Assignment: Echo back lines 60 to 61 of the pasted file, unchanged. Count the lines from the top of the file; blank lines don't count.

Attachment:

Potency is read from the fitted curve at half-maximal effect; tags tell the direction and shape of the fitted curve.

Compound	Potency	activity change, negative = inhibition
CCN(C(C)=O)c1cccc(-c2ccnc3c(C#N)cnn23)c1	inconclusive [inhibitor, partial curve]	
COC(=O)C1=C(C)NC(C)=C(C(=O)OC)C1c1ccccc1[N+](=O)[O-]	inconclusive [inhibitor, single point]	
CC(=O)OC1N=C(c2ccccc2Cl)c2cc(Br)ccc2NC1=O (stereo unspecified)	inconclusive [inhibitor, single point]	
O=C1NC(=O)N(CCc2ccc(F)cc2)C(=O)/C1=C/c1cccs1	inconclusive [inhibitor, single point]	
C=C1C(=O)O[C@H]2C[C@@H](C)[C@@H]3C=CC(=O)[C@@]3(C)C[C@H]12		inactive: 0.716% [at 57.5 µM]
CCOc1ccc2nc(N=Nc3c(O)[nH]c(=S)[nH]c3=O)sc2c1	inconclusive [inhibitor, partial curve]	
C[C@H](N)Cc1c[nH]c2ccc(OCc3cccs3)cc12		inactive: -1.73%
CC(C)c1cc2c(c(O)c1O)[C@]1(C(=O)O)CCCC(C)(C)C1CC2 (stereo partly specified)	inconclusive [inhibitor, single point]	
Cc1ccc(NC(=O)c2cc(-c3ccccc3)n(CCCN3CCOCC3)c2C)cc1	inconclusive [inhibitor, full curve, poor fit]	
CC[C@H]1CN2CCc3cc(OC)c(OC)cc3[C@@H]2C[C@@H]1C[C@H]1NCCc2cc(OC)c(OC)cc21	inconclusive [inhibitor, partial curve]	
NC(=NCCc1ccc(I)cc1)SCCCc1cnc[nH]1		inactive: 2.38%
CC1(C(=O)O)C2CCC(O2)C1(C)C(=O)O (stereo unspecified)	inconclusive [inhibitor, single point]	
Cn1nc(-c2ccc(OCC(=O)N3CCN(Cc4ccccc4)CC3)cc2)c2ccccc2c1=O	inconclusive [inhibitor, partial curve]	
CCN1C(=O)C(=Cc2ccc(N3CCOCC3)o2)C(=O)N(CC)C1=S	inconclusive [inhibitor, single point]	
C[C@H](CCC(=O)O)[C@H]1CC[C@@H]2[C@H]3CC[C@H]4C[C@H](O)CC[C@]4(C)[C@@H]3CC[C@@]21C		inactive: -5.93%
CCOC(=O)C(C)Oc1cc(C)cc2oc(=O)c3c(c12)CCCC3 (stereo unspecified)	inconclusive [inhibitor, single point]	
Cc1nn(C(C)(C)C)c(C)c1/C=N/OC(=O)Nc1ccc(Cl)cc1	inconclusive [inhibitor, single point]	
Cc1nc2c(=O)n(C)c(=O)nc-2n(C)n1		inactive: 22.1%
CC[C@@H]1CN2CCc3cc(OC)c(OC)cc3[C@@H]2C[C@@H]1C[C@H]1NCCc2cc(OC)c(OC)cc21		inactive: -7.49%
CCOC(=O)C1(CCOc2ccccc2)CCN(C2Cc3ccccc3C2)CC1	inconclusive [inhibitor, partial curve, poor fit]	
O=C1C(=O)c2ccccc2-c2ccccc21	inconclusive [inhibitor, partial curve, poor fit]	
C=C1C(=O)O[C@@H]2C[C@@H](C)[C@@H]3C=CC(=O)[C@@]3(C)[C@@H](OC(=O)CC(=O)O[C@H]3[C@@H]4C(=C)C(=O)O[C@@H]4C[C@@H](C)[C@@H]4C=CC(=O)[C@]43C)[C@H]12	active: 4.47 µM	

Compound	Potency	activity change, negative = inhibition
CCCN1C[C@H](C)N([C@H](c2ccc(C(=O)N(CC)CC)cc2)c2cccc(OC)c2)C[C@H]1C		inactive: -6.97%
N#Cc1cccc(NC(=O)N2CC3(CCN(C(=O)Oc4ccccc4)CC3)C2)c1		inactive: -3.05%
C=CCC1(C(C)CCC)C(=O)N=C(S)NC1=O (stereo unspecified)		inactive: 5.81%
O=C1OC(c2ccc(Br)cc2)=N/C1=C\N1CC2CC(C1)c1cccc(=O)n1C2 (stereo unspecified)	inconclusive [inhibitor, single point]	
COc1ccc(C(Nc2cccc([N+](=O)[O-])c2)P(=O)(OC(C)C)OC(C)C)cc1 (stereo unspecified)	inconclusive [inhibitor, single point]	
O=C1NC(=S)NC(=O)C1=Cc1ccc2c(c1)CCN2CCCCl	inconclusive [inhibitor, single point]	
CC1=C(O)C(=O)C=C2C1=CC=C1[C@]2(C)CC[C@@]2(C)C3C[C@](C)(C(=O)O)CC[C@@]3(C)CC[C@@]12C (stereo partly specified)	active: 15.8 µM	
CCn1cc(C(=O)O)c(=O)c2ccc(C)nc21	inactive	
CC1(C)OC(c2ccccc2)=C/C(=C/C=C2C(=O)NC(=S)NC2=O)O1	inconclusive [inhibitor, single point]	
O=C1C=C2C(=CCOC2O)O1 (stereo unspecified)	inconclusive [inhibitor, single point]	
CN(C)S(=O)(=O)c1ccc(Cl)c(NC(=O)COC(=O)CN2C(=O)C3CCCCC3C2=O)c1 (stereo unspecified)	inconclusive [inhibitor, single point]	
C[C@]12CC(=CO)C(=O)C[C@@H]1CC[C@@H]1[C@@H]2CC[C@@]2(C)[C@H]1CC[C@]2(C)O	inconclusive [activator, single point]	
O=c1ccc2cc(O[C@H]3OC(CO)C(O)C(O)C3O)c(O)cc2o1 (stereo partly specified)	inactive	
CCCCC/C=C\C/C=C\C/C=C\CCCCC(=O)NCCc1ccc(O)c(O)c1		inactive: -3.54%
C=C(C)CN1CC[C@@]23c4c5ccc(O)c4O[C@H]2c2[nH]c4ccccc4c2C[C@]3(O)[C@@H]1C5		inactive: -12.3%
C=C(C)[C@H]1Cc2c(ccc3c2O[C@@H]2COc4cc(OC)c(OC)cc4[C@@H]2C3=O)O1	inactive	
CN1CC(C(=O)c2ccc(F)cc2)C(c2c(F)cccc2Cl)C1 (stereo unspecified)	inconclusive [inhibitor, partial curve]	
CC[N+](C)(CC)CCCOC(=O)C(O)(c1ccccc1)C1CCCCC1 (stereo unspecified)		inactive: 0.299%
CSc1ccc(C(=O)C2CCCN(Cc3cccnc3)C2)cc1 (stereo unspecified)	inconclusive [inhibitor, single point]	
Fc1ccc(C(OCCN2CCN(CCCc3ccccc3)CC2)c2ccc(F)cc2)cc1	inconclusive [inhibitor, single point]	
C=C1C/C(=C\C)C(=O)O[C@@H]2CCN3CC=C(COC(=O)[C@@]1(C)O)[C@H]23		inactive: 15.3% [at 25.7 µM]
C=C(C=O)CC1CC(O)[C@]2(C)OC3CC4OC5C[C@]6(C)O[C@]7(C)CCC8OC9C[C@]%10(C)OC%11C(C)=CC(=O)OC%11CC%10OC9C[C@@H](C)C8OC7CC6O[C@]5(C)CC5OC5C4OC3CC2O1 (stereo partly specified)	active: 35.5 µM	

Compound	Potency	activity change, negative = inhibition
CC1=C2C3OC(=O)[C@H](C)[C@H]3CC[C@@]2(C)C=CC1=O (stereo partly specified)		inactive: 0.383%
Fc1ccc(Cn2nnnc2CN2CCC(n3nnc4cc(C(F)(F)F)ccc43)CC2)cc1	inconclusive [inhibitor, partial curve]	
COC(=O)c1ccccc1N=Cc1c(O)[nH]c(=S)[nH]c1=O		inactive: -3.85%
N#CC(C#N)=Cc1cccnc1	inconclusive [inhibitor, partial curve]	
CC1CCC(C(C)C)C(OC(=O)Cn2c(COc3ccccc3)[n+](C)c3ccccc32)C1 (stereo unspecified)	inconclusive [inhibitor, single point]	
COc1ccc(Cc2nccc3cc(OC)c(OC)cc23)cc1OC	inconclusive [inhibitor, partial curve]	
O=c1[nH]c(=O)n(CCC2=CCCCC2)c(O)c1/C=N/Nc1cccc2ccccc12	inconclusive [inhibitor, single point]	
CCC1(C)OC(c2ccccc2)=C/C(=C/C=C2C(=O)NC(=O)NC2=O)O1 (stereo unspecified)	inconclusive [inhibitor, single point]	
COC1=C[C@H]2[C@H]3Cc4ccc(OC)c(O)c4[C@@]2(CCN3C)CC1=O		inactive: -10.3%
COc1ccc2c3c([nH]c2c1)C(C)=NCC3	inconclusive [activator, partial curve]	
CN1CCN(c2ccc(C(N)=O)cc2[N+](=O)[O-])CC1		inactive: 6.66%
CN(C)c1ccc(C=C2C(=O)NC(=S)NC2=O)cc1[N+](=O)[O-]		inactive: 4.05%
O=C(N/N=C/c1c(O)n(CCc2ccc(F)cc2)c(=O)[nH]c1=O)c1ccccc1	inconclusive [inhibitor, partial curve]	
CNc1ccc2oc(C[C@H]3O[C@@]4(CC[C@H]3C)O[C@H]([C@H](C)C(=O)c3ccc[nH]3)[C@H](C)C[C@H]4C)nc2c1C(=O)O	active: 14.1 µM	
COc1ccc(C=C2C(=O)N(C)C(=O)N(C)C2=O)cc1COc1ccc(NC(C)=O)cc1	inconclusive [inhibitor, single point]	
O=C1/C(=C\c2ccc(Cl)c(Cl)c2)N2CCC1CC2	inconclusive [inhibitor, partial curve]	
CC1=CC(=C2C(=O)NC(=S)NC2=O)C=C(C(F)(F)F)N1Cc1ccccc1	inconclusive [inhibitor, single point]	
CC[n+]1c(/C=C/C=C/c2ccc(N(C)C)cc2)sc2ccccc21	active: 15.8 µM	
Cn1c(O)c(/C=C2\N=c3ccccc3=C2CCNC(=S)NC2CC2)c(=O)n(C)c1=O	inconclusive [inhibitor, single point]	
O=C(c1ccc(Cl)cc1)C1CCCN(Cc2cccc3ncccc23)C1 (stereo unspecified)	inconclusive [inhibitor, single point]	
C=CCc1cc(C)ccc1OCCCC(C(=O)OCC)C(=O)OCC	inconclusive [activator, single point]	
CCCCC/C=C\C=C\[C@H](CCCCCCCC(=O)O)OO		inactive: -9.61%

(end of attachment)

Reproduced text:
CN(C)c1ccc(C=C2C(=O)NC(=S)NC2=O)cc1[N+](=O)[O-]		inactive: 4.05%
O=C(N/N=C/c1c(O)n(CCc2ccc(F)cc2)c(=O)[nH]c1=O)c1ccccc1	inconclusive [inhibitor, partial curve]	